“I was born in Penang and moved to Australia when I was three. We were one of those families that went back to Malaysia twice a year and there are a lot of memories from after I moved to Australia.”
Liaw says the biggest difference between cooking at home and cooking in front of the camera is “a lack of planning”.
“It’s very different having all Sunday afternoon to make one specific dish you really want to eat, to cooking a specific dish you’re proud of with all these different constraints and time limits, which is the nerve-wrecking part.”
Off-camera, Liaw is also learning to take his new celebrity status in his stride.
“It takes a little getting used to when people know your name when you’re walking down the street and stuff like that, but I’m quite lucky in that people have treated me overwhelmingly positively,” he says.
“But the best thing about being in the spotlight is that you choose your own level of involvement. You never have to give out more information or privacy than you want to. I’m not a secretive person by nature so it’s kinda fine for me.”
Adam’s Laksa Fried Chicken
This dish combines two of my favourite foods in the world: laksa and fried chicken. On family road trips around Malaysia we would sample as many plates of fried chicken from roadside stalls as our stomachs would allow. I can’t say if we ever found the perfect fried chicken — it was really more about the journey than the destination.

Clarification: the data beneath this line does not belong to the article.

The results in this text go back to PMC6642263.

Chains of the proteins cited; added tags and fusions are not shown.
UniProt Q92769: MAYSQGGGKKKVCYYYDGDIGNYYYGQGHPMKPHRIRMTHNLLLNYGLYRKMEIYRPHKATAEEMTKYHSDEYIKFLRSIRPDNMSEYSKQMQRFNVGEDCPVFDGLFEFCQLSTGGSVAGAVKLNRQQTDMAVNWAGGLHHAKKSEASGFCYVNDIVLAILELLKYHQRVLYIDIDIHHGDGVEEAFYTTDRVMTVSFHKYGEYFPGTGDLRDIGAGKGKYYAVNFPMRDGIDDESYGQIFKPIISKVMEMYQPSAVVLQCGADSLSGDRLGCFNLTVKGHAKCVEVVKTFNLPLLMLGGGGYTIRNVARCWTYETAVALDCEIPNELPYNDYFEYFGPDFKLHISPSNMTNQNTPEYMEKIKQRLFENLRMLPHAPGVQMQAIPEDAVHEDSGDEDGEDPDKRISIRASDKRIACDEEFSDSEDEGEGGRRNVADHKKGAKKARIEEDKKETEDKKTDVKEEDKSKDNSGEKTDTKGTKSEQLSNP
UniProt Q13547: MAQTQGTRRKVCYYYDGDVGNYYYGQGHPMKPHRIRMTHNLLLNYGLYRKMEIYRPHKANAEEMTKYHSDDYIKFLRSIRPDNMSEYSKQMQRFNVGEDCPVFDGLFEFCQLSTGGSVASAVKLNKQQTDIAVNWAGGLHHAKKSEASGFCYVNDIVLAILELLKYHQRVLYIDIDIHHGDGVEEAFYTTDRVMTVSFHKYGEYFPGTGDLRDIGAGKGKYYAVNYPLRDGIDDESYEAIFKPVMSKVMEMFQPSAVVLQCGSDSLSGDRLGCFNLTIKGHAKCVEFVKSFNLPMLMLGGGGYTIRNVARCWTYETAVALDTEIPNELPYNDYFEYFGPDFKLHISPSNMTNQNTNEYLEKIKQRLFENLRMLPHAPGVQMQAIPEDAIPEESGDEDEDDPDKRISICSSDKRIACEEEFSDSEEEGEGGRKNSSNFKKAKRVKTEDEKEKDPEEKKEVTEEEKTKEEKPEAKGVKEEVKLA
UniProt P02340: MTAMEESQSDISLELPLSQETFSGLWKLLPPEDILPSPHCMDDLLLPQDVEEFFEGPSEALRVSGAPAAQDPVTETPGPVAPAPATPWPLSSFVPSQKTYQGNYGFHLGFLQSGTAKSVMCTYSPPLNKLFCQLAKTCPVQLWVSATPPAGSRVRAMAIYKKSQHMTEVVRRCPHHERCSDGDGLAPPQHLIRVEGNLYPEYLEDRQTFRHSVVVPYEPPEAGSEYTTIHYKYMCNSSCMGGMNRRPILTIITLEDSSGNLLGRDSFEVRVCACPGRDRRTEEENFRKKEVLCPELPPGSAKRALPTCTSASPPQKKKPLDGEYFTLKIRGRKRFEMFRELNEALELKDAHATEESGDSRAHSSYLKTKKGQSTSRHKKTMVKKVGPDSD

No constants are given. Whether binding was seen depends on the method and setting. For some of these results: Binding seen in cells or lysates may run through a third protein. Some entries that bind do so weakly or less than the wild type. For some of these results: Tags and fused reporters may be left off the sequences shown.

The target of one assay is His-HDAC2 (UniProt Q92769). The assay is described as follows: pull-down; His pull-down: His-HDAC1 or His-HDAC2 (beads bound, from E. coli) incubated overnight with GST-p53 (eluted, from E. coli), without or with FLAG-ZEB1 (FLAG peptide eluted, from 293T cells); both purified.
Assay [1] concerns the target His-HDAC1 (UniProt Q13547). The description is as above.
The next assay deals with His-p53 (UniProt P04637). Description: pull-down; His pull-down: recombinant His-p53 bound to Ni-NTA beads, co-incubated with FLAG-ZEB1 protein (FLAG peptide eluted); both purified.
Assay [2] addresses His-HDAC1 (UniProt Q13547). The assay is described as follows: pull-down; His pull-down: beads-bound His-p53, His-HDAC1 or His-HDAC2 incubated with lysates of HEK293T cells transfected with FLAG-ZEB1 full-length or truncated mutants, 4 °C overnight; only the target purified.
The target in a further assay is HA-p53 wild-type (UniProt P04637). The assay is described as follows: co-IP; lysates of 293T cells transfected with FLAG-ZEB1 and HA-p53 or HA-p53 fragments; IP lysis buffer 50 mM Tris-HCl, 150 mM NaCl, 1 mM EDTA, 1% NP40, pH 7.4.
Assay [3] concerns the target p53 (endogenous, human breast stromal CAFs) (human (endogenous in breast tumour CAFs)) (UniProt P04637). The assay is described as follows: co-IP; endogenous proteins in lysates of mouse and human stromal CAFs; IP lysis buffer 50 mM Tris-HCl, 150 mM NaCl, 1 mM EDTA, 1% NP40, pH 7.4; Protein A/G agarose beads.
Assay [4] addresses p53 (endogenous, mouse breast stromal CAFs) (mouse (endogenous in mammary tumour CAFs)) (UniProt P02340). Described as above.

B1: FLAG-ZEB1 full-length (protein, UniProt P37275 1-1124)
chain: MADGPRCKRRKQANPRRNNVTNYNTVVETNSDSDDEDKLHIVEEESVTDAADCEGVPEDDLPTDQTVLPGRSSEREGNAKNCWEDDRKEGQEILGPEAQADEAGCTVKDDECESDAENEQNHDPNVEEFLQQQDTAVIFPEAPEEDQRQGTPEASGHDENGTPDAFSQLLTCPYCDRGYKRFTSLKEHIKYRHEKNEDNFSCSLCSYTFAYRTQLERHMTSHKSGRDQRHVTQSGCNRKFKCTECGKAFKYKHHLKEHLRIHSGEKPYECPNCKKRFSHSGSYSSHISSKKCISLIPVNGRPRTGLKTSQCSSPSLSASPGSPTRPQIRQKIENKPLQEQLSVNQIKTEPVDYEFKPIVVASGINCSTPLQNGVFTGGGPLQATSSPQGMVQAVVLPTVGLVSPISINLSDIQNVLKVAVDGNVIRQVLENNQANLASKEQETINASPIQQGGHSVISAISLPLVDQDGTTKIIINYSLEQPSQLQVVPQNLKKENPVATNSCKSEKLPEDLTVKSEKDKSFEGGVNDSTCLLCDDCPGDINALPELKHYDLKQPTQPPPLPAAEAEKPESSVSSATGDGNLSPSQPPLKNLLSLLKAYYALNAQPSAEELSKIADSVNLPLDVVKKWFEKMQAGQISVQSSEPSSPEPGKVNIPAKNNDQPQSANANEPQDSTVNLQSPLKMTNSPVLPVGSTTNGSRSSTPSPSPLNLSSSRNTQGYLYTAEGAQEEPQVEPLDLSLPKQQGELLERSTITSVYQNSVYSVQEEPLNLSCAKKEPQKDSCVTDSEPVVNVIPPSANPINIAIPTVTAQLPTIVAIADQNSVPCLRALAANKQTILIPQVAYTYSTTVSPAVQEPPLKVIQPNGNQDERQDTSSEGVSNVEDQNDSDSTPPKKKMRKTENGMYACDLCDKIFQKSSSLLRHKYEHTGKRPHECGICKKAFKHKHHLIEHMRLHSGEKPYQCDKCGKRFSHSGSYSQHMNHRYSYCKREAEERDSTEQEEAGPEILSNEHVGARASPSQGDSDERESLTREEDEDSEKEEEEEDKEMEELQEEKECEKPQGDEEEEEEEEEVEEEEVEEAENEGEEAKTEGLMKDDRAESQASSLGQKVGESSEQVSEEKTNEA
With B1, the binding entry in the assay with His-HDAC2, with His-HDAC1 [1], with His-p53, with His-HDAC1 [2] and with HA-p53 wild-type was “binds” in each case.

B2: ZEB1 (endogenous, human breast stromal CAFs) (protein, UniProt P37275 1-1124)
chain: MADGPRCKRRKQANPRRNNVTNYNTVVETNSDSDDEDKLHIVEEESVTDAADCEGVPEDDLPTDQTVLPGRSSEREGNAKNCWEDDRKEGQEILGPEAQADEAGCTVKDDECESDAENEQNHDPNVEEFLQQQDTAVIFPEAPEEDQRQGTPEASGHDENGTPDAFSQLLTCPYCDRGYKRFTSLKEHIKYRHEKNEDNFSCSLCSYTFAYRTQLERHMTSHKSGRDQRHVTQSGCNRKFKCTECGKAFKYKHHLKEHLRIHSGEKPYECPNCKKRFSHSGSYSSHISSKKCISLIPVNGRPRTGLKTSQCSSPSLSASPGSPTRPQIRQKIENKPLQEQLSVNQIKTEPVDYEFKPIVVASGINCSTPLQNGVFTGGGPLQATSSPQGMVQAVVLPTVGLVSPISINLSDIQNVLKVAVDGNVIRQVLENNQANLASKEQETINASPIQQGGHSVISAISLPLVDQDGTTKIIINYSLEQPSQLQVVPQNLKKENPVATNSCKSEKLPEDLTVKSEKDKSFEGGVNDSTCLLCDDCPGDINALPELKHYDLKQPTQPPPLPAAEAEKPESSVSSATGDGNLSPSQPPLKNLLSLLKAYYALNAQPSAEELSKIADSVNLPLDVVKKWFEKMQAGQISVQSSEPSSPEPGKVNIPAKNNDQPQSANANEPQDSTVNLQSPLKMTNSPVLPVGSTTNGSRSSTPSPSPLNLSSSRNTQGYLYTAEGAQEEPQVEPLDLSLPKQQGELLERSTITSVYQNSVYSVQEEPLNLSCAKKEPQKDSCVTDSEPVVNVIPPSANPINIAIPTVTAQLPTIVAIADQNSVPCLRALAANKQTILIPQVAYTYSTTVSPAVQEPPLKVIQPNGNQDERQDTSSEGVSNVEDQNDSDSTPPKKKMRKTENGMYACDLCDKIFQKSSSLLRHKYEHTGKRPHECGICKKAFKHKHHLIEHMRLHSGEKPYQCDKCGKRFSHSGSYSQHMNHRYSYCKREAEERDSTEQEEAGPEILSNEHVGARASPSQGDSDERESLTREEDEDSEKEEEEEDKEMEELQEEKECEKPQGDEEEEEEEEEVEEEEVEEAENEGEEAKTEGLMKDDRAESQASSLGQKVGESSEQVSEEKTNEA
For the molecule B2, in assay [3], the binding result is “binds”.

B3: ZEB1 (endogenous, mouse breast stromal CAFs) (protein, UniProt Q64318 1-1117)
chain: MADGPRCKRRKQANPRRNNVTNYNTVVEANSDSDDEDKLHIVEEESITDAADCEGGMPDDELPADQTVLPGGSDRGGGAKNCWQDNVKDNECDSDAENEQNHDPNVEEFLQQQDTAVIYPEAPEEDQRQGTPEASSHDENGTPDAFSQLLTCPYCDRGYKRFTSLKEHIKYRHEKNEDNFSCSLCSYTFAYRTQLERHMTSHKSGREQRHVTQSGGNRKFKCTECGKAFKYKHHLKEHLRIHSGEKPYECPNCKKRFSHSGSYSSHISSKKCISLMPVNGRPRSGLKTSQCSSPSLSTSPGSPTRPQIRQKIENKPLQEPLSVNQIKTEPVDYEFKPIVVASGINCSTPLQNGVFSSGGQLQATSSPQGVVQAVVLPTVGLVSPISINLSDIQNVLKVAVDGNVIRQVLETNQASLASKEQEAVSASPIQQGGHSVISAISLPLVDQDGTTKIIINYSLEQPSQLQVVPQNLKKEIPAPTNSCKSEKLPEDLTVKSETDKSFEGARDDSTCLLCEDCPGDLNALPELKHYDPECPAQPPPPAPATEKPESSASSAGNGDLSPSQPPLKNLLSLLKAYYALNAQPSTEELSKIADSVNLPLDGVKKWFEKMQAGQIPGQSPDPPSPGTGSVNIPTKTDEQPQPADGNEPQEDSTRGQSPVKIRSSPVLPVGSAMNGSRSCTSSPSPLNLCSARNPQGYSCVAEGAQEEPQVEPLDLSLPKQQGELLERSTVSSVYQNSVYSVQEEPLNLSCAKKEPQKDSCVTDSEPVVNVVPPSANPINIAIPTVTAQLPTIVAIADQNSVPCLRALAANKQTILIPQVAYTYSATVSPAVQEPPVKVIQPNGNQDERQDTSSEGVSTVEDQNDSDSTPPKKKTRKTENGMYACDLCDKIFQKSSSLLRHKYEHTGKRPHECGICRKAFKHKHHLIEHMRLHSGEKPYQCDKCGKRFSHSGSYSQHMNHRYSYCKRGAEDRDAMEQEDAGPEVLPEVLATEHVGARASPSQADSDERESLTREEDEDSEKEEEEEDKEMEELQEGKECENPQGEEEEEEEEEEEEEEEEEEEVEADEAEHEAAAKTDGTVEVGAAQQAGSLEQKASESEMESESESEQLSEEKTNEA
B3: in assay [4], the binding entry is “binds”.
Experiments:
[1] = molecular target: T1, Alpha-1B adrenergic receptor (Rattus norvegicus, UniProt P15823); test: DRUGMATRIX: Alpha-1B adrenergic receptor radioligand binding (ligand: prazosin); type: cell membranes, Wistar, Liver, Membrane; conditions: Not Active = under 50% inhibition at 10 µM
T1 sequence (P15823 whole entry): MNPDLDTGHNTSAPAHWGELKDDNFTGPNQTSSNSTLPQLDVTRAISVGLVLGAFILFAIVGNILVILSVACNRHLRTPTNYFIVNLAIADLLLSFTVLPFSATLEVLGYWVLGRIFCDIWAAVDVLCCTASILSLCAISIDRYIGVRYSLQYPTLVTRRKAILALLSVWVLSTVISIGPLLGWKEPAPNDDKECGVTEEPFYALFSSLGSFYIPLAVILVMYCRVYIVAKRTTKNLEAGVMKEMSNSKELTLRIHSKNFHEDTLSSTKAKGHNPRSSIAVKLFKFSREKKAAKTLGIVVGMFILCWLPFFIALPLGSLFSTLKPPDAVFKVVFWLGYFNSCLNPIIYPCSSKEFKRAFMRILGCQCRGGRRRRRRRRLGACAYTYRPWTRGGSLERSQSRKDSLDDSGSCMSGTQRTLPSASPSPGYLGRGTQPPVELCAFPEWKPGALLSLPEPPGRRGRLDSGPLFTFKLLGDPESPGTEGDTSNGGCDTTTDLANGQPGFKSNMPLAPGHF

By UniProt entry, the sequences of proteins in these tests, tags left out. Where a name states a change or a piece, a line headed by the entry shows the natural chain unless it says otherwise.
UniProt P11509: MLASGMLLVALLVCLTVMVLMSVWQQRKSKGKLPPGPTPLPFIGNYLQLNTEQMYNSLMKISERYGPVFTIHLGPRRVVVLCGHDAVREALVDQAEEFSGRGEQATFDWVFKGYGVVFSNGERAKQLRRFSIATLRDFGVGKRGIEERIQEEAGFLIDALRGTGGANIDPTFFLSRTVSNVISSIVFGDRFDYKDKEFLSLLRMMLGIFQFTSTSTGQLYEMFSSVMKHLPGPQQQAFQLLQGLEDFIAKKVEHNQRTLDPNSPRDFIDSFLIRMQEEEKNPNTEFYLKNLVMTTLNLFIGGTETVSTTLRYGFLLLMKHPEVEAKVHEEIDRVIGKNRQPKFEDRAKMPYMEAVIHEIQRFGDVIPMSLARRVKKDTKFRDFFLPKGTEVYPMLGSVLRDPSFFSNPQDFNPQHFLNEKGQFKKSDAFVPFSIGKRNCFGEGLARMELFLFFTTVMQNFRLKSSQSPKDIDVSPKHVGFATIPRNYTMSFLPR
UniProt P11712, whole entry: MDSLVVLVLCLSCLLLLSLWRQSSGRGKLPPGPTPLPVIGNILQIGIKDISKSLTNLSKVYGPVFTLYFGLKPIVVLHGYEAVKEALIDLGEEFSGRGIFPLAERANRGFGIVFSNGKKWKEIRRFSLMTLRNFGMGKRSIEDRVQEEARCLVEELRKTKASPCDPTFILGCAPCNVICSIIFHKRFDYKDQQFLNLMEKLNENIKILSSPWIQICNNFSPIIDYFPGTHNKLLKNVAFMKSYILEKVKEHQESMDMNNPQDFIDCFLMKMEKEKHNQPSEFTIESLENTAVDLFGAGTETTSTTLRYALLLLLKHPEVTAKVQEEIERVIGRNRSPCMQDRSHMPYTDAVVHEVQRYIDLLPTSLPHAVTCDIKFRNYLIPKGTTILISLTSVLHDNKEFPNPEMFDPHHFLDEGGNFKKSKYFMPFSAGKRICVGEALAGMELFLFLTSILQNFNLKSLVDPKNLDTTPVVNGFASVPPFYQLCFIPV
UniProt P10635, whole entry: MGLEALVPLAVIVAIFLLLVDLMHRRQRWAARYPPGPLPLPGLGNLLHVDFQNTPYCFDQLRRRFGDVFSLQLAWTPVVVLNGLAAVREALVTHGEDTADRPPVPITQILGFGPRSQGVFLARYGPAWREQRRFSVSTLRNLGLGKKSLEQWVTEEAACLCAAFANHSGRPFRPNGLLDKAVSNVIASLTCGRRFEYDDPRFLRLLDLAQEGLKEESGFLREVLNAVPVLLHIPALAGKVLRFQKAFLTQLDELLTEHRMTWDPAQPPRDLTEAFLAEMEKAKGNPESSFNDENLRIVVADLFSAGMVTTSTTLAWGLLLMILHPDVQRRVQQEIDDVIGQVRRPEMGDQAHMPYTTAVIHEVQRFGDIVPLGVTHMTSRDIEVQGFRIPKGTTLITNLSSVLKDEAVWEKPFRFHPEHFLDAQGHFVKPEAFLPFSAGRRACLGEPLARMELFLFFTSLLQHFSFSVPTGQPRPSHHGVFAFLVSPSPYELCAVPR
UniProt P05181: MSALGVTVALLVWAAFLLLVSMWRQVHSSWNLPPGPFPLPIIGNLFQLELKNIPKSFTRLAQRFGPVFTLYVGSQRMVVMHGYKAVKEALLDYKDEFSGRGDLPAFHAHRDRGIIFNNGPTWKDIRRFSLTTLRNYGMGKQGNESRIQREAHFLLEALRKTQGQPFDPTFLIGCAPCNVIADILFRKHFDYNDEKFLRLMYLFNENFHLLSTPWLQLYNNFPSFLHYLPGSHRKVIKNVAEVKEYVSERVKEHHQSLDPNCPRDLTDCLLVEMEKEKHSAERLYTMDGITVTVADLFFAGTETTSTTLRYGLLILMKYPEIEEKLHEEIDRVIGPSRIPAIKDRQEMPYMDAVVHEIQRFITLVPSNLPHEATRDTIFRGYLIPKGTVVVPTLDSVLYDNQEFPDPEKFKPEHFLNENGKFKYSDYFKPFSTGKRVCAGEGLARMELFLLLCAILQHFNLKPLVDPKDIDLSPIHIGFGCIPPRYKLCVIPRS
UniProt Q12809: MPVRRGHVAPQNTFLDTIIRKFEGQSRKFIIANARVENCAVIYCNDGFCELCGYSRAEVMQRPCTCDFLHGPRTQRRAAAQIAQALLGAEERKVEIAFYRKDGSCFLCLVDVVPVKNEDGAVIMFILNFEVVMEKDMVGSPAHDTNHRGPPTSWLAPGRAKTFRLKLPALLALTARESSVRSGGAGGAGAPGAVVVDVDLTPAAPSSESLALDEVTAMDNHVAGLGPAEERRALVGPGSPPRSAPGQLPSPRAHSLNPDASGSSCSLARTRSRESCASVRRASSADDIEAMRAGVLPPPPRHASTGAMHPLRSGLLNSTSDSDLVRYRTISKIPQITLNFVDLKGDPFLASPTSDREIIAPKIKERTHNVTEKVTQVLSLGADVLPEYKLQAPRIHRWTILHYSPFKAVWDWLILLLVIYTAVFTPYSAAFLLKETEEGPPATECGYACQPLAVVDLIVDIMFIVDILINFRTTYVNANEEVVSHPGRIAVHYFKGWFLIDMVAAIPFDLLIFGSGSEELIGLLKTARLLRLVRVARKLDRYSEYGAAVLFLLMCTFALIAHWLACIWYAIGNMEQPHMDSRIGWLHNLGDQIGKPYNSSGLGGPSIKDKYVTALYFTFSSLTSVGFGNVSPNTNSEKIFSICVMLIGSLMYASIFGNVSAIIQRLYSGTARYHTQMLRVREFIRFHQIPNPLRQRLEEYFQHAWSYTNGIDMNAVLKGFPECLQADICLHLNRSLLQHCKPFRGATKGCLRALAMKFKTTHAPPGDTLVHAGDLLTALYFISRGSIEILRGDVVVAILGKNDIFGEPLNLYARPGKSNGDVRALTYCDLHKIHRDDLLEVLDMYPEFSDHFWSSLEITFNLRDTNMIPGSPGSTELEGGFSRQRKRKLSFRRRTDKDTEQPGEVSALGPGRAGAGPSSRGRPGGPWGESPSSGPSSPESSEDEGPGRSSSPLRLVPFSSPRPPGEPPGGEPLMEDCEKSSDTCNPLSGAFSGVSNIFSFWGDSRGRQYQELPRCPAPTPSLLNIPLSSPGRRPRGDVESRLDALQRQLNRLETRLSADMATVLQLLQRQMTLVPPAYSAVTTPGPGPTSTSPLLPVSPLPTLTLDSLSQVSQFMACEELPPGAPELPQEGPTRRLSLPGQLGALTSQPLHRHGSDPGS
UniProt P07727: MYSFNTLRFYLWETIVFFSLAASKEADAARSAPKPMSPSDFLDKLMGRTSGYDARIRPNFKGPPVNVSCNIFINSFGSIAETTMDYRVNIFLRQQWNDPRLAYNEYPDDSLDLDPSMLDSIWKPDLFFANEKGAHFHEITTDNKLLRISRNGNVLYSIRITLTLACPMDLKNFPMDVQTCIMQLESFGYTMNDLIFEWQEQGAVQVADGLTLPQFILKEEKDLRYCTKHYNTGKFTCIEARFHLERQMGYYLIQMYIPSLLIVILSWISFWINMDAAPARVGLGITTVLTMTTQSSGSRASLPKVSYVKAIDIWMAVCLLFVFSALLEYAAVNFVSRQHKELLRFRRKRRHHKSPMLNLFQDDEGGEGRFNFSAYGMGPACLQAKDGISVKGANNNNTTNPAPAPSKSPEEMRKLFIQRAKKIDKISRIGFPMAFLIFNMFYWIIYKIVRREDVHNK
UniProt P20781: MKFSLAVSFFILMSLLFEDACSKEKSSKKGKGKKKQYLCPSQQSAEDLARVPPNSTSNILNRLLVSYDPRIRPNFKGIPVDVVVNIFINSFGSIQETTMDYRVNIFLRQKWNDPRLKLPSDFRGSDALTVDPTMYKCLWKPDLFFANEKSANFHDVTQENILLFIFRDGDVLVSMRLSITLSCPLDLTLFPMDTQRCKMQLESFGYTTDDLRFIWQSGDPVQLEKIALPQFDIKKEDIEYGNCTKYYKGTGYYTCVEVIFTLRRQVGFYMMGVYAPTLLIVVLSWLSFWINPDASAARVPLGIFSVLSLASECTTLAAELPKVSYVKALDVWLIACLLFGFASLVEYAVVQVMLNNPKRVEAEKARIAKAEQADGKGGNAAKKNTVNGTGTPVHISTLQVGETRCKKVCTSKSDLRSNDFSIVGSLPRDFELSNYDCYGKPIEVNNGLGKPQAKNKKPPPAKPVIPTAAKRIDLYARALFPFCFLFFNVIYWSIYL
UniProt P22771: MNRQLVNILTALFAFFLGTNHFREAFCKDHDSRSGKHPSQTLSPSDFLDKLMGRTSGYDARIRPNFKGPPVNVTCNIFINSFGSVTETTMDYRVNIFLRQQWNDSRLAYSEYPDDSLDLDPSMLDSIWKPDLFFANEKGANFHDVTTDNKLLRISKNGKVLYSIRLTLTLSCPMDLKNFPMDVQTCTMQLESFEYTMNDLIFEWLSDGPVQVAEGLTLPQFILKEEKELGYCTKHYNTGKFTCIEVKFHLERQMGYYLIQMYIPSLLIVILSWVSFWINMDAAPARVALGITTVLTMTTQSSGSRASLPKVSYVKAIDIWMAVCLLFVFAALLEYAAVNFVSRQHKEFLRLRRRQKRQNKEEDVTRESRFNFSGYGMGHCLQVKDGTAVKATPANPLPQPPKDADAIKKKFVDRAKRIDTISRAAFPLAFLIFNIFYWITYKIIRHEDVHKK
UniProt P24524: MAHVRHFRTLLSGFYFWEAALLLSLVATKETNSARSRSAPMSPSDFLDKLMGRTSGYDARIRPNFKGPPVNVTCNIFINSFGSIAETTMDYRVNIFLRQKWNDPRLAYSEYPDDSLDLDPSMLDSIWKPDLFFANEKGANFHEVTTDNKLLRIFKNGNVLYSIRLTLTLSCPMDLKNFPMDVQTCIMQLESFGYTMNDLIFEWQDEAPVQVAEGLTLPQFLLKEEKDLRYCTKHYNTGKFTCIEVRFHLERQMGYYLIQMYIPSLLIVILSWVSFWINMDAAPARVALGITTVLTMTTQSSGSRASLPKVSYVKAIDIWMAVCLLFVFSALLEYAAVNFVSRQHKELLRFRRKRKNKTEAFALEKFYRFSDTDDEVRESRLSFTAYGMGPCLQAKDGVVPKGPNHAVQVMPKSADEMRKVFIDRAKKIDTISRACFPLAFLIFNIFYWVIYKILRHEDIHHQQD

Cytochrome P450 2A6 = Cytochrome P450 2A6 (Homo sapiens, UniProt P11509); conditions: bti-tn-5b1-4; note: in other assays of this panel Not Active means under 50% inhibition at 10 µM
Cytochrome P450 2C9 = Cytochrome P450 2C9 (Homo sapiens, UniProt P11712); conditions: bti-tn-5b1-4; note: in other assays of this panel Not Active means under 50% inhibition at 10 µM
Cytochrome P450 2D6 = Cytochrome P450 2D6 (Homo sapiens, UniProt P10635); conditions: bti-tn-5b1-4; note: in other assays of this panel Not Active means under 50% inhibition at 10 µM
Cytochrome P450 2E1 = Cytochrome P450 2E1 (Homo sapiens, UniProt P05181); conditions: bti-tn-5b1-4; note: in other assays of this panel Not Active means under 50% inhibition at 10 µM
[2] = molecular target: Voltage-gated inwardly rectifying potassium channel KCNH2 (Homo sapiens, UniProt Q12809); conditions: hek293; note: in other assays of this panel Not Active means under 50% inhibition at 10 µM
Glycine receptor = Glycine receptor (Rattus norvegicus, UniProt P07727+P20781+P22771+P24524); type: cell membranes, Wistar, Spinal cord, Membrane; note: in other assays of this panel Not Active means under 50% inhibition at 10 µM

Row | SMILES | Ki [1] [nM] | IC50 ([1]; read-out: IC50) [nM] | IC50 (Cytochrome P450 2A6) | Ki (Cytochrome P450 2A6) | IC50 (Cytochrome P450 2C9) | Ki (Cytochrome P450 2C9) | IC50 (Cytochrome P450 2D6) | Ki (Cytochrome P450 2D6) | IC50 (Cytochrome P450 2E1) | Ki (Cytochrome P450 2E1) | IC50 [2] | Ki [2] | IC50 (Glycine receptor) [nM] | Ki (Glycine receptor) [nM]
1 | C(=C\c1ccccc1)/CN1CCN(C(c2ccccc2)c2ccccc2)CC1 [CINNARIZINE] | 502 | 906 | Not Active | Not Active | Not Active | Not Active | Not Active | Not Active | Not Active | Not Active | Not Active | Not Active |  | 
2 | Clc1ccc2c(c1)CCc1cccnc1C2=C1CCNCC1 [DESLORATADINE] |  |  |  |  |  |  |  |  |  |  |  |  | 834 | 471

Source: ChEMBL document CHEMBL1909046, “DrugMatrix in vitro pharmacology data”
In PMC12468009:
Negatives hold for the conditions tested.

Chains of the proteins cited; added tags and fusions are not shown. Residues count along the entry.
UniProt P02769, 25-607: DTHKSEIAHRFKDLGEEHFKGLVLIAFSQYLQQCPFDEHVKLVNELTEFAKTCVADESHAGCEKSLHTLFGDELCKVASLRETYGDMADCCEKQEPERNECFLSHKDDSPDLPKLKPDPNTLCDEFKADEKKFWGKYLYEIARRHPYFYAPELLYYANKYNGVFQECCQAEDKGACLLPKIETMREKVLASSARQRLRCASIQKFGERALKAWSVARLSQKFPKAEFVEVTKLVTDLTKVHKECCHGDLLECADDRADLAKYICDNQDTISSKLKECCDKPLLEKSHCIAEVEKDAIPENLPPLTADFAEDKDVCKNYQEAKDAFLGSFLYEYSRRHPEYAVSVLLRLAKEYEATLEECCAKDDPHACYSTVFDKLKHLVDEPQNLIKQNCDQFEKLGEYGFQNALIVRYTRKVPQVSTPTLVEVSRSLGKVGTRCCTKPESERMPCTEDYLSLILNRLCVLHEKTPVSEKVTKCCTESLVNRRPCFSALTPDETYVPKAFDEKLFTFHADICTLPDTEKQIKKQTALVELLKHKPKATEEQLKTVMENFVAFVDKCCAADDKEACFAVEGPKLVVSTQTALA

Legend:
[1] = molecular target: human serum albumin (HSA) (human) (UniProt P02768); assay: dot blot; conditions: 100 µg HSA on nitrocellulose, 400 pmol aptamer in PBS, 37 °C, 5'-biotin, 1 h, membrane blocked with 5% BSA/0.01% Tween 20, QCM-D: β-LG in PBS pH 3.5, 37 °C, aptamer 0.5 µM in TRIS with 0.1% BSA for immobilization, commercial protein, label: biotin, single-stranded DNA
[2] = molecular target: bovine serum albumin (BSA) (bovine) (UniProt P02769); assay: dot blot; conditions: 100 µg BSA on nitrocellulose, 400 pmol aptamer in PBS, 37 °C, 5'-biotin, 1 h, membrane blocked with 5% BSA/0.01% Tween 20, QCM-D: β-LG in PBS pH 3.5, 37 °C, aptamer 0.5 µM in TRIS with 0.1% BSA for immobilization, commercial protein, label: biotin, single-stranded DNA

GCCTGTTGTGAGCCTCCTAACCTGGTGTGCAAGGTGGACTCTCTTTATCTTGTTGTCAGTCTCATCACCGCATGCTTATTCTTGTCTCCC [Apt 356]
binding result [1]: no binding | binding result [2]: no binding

Serves: 4–6 Preparation: 35 minutes + overnight marinating Cooking: 25 minutes
- 1 whole chicken, jointed into 10 pieces
- 1 cup curry laksa paste
- 125ml coconut cream neutral-ﬂavoured oil, to deep-fry
- 75g cornﬂour
- 75g plain ﬂour
- 90g desiccated coconut
Laksa leaf sauce
- 1 tbsp shredded laksa leaf (Vietnamese mint)
- 80ml rice wine vinegar
- 1 tbsp caster sugar
- 2 tbsp light soy sauce
- 1 tbsp fish sauce
- 1 garlic clove, finely chopped
- 3 red birds-eye chillies, seeded and finely chopped
Score deep cuts about 3 cm apart in any large pieces of chicken to allow the marinade to penetrate. Mix together the laksa paste and coconut cream and use to coat the chicken. Leave in the fridge overnight, removing 1 hour before cooking to return to room temperature.
Half-ﬁll a large saucepan with oil and heat to 160°C. Mix together the ﬂours and coconut. Remove the chicken from the marinade, leaving much of the liquid still clinging to it, and coat in the ﬂour and coconut mixture. Deep-fry in batches until golden brown and cooked through (about 10–12 minutes for thigh pieces, 7–8 minutes for breast pieces and 4–5 minutes for wings). Drain on paper towel.
To make the laksa leaf sauce, mix together all the ingredients in a bowl and stir until the sugar has dissolved. Serve with the chicken.
Are you an aspiring chef? We have a signed copy of Adam Liaw’s new cookbook Two Asian Kitchens to give away. All you have to do is post a picture of a dish you have cooked (complete with the name of the dish) on Meld Magazine’s Facebook page, and get your friends to vote for your dish! The most popular dish wins. Competition closes 11pm Monday June 6.